After having a heart attack, people with autoimmune disease are more likely than others to die or experience further serious heart problems, including a second heart attack, new research finds.
The study, published Wednesday in the Journal of the American Heart Association, helps fill a gap in what's known about the long-term cardiovascular health of people with autoimmune diseases such as rheumatoid arthritis, psoriasis and lupus, researchers say.
"The evidence about the risk of adverse events after heart attack for people with autoimmune disorders is less robust than evidence for people without these disorders, and mainly from small or single-center studies," senior study author Dr. Amgad Mentias said in a news release. He is an assistant professor of medicine at the Cleveland Clinic Lerner College of Medicine in Ohio.
According to estimates from the National Institutes of Health, up to 8% of people in the U.S. have an autoimmune disease, in which the immune system attacks the body's own organs, tissues and cells.
The study used 2014-2019 data for people 65 and older from a government database of all inpatient Medicare hospital bills in the U.S. The researchers matched records for 59,820 heart attack patients who had inflammation-causing autoimmune disorders with records of 178,547 heart attack patients without the autoimmune conditions.
Patients were followed for about two years after their heart attacks. Their most common autoimmune conditions were rheumatoid arthritis, followed by systemic lupus, psoriasis, systemic sclerosis and myositis/dermatomyositis.
The analysis showed that after a heart attack, people who had an autoimmune disease were 15% more likely to die from any cause than those who didn't have an autoimmune condition. They were 12% more likely to be hospitalized for heart failure and 8% more likely to have another heart attack. They were also 6% more likely to have a second procedure to open their arteries if they had one following their heart attack.
Patients with autoimmune disease and cardiovascular disorders should be managed by a cardio-rheumatologist working with a rheumatologist, lead study author Dr. Heba Wassif said in the release. Wassif is an assistant professor of medicine at the Cleveland Clinic Lerner College of Medicine and director of cardio-rheumatology at Cleveland Clinic.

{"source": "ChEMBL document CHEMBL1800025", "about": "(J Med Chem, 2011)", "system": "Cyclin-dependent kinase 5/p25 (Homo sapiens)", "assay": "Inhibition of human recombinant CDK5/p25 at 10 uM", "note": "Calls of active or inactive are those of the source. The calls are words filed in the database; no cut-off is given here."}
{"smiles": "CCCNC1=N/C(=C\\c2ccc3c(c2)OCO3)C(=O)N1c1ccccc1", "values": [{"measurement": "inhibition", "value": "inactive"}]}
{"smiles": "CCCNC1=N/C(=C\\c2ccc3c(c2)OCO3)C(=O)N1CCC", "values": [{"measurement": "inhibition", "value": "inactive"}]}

Autoimmune diseases are known to increase the risk for cardiovascular disease, perhaps because people who have them also tend to have more traditional cardiovascular risk factors, including high blood pressure, Type 2 diabetes and kidney disease. And, because of their autoimmune disease, people typically have chronic inflammation and autoimmune antibodies and commonly use steroid medications, all of which have been associated with higher cardiovascular disease risks.
"Traditional (cardiovascular disease) risk factors are accentuated in this population, and how these risk factors manifest is also unique," Wassif said. "For example, cholesterol levels are affected by inflammation. Therefore patients with active inflammatory disease have lower levels of cholesterol, a phenomenon known as the lipid paradox. Physical activity, which is highly recommended to improve cardiovascular outcomes, may be limited by joint pain."
Also, some autoimmune disease treatments may increase risk, she said. "Knowledge of these nuances and a team-based approach may improve outcomes."
In the study, people with an autoimmune disease were less likely to have a procedure called a heart catheterization to examine narrowed arteries. They also were less likely to undergo bypass surgery or a procedure to open obstructed arteries.
Researchers lacked information about the anatomy of patients' arteries and the severity of their autoimmune diseases that might have helped them understand treatment decision-making.
"It is possible that the people with an autoimmune disease were not healthy enough to undergo those procedures, or their coronary anatomy was less amenable to interventions to reopen narrowed or clogged vessels," Mentias said. Such issues may place them at higher risk of procedure-related complications.
"When feasible, however, if someone is a suitable candidate, these procedures should be considered as options," he said. "The presence of autoimmune disease by itself should not preclude someone from potentially lifesaving procedures."
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